En EspaŅol

Q. Who is Mr. Smarty Plants?

A: There are those who suspect Wildflower Center volunteers are the culpable and capable culprits. Yet, others think staff members play some, albeit small, role. You can torture us with your plant questions, but we will never reveal the Green Guru's secret identity.

Help us grow by giving to the Plant Database Fund or by becoming a member

Did you know you can access the Native Plant Information Network with your web-enabled smartphone?

Share

Ask Mr. Smarty Plants

Ask Mr. Smarty Plants is a free service provided by the staff and volunteers at the Lady Bird Johnson Wildflower Center.

Search Smarty Plants
    
 
See a list of all Smarty Plants questions
Can't find the answer in our existing FAQs, submit a question to Mr. Smarty Plants.
Need help with plant identification, visit the plant identification page.
 
rate this answer
Not Yet Rated

Monday - June 29, 2009

From: Canton, MI
Region: Midwest
Topic: Non-Natives
Title: Pruning of non-native weigela and roses
Answered by: Barbara Medford

QUESTION:

I have a Red Prince wiegala (spelling?) and while most of the branches have leaves and red flowers, there are some branches that never produced any leaves or flowers. Should I prune them? If so, can I do it now or should I wait for the fall? I also have this very same issue for Red Razz Knockout Roses if you could please advise... Thank You!

ANSWER:

Due to the large volume of questions, we ask that you please limit your questions to topics related to North American native plants. At the Lady Bird Johnson Wildflower Center, we are focused on the care, protection and propagation of plants native not only to North America but to the area in which the plants are being grown.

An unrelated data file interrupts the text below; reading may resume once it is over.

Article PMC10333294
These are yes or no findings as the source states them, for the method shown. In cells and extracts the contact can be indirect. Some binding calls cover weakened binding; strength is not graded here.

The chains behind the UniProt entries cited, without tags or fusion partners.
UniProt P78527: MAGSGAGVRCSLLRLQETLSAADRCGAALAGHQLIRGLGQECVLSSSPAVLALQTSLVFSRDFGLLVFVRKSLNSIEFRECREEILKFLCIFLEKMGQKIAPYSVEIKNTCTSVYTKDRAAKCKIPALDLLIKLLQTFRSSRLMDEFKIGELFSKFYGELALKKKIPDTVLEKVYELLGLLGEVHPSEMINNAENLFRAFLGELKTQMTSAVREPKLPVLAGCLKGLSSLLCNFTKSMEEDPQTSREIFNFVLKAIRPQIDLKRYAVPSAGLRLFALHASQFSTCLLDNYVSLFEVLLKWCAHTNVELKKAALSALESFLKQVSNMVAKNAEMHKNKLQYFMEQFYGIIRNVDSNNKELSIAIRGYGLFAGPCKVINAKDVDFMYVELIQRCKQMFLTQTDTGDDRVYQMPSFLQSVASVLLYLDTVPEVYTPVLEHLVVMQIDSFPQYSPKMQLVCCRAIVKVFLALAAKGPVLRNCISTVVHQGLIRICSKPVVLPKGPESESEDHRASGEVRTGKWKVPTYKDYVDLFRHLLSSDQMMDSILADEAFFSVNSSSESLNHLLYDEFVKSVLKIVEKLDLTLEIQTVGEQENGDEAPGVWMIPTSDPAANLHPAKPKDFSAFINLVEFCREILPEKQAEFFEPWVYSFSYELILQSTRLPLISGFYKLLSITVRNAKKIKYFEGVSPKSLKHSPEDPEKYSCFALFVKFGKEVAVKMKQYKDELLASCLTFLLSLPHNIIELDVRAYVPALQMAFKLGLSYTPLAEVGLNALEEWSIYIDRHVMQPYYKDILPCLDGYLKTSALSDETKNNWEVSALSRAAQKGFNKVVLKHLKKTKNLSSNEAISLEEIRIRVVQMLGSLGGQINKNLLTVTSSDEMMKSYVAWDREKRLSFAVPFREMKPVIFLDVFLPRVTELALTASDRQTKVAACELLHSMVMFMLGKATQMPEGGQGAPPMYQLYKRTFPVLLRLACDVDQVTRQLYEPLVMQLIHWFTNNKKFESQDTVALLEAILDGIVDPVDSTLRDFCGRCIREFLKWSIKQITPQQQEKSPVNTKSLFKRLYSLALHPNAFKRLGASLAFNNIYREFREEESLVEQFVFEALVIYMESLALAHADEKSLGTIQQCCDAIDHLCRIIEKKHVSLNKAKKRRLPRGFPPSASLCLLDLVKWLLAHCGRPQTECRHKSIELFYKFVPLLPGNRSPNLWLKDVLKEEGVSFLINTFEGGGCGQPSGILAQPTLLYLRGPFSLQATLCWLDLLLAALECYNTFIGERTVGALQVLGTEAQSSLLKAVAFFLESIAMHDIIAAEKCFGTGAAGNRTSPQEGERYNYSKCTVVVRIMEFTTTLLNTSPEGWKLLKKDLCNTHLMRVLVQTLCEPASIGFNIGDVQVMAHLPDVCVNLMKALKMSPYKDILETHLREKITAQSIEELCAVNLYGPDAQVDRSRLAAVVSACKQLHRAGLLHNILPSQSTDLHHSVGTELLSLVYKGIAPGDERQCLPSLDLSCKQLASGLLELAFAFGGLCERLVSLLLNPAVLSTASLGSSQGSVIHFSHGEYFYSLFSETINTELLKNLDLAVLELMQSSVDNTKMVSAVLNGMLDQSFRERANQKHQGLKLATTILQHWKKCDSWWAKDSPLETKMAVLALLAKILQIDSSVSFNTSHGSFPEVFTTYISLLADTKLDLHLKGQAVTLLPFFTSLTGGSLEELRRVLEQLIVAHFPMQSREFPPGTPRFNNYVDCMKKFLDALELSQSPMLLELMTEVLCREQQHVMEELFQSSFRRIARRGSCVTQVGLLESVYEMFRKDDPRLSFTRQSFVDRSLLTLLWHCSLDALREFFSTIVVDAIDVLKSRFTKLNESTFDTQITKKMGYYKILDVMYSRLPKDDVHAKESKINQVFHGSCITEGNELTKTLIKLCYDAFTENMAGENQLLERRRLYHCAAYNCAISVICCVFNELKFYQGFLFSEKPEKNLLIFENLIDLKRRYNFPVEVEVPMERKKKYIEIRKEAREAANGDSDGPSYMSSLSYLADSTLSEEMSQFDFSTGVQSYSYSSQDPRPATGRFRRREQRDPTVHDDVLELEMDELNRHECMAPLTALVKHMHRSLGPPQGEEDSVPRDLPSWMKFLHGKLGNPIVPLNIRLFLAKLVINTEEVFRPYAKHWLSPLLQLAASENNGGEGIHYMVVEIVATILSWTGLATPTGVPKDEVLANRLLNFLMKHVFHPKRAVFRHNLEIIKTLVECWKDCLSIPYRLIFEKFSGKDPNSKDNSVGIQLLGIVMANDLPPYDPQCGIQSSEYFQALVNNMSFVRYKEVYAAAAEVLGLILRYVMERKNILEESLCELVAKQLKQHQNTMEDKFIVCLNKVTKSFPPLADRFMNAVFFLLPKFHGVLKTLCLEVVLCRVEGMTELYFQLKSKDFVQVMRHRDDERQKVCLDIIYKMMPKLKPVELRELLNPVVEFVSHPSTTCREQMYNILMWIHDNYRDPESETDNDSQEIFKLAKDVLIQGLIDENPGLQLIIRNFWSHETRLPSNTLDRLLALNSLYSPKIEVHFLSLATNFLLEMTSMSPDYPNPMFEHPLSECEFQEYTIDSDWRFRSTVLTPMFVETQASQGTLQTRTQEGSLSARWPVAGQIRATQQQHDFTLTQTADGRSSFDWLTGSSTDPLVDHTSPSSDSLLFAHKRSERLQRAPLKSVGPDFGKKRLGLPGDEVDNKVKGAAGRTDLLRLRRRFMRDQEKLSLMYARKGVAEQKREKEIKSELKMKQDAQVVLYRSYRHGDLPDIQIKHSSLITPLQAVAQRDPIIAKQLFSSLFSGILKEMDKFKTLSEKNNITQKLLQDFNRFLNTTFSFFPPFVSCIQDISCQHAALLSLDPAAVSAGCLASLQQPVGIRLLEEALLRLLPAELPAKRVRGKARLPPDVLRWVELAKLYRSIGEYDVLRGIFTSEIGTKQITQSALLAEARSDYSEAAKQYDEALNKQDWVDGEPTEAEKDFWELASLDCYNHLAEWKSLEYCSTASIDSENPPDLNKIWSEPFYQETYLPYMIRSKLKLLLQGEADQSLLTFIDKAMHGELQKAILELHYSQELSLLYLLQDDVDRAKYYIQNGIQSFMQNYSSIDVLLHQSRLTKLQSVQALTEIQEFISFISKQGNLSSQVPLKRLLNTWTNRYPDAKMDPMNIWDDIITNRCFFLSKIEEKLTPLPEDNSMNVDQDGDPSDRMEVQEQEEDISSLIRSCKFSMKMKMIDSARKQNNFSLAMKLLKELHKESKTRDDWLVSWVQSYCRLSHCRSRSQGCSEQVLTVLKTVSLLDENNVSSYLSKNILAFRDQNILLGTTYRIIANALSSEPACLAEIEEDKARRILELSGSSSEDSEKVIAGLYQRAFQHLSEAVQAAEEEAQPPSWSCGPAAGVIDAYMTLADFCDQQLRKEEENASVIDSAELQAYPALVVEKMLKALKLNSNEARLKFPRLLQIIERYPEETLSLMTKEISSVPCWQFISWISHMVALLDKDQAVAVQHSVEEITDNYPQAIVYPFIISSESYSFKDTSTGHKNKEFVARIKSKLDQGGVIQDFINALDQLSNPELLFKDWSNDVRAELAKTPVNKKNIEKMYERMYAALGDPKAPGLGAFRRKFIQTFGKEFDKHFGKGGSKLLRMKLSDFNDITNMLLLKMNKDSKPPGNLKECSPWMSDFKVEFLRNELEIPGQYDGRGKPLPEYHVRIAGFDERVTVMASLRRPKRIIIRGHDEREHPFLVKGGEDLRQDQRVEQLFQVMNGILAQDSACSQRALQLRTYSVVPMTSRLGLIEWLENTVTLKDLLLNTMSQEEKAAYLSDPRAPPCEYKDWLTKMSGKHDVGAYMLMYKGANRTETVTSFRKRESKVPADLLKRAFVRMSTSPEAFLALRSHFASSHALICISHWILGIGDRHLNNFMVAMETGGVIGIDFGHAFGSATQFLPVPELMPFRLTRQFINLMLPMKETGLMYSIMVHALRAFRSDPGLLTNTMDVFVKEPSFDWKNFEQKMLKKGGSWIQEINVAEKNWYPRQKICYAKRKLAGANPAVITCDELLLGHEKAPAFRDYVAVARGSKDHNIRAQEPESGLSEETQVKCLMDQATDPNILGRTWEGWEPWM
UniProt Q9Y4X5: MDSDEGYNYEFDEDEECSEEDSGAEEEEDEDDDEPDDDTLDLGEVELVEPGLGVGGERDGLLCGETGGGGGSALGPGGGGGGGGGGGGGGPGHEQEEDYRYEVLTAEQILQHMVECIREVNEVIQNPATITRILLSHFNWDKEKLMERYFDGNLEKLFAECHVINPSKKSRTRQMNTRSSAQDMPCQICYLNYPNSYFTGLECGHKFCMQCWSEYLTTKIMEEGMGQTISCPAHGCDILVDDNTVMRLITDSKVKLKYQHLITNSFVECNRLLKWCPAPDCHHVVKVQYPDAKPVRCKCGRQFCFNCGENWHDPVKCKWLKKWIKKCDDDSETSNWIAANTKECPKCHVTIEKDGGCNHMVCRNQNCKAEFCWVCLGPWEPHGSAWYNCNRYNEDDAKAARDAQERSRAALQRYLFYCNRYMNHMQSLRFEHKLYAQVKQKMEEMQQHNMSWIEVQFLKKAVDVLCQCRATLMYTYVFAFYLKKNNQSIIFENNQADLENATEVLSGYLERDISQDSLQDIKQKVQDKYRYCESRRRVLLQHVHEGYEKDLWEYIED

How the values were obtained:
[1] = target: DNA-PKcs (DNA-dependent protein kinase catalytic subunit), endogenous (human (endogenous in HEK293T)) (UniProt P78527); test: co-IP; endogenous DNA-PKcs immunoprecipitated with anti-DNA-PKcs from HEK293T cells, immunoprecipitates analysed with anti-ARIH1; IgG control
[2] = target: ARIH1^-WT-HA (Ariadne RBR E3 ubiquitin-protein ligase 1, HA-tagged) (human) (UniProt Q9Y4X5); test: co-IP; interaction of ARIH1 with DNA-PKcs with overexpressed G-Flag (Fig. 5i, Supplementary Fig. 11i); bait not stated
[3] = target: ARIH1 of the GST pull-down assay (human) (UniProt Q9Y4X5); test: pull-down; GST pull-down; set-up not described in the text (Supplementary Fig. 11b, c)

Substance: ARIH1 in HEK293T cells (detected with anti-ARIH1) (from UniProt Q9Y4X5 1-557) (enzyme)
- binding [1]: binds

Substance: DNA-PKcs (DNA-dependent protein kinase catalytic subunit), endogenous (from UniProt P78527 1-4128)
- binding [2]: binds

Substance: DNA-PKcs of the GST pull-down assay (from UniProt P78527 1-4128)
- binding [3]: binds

Weigela is native to temperate Asia. Basically, what you are asking is how to prune a woody plant, so we found a BackyardGardener.com website with some good information on the Red Prince Weigela.

Most of the roses in commerce today are heavily hybridized to the point their original parentage would be almost impossible to obtain. Often the hybridized rose is given a trademarked name, which doesn't identify its origin at all. Roses largely originated in China, where they have been grown for thousands of years. We found an About.com website How and When to Prune Roses that should give you the general information you are looking for. 

 

More Non-Natives Questions

Non-native Japanese maple seedling in Rotterdam NY
August 09, 2010 - In the first couple days of August, I discovered a baby Japanese Maple growing against the wall of my storage shed, a short distance from a neighbor's full grown Japanese Maple. I transplanted this 5...
view the full question and answer

White specks on unknown houseplant from Ridgeway SC
June 20, 2013 - I have an unknown houseplant that seems to have some sort of pest or disease on it. It has white snowy specks atop its leaf. I bought this purple fuzzy leafed houseplant from Walmart in Winnsboro, SC ...
view the full question and answer

Various holly hybrids or selections for Pflugerville TX
March 24, 2011 - I love Savannah Hollies. I used them all the time in the Dallas area. Now that I have moved to Austin, I am wondering if I can plant them in this area. I have a soil pH of 7 and drainage is moderate. ...
view the full question and answer

Problems with non-native weeping willow from Hazlet NJ
July 03, 2013 - Leaves turning yellow on weeping willow planted in May. What causes this and how can I fix it? Mother's Day gift after SANDY uprooted huge tree.
view the full question and answer

Non-native Norfolk Pine suffering in Corpus Christi TX
August 02, 2011 - About ten yrs. ago I transplanted my Norfolk Pine into the ground in my backyard. With all the frosty weather of 2010/2011 the Spring brought a browning/dying of a lot of the Norfolk Pines in this are...
view the full question and answer

Smarty Plants's Facebook profile Support the Wildflower Center by Donating Online or Becoming a Member today.

Mr. Smarty Plants wants you to be his Facebook friend. Click the Facebook icon to add yourself to Mr. Smarty Plants list of friends.
E-NEWSLETTER | BECOME A MEMBER | DONATE NOW | MEDIA | SITEMAP
© 2014 Lady Bird Johnson Wildflower Center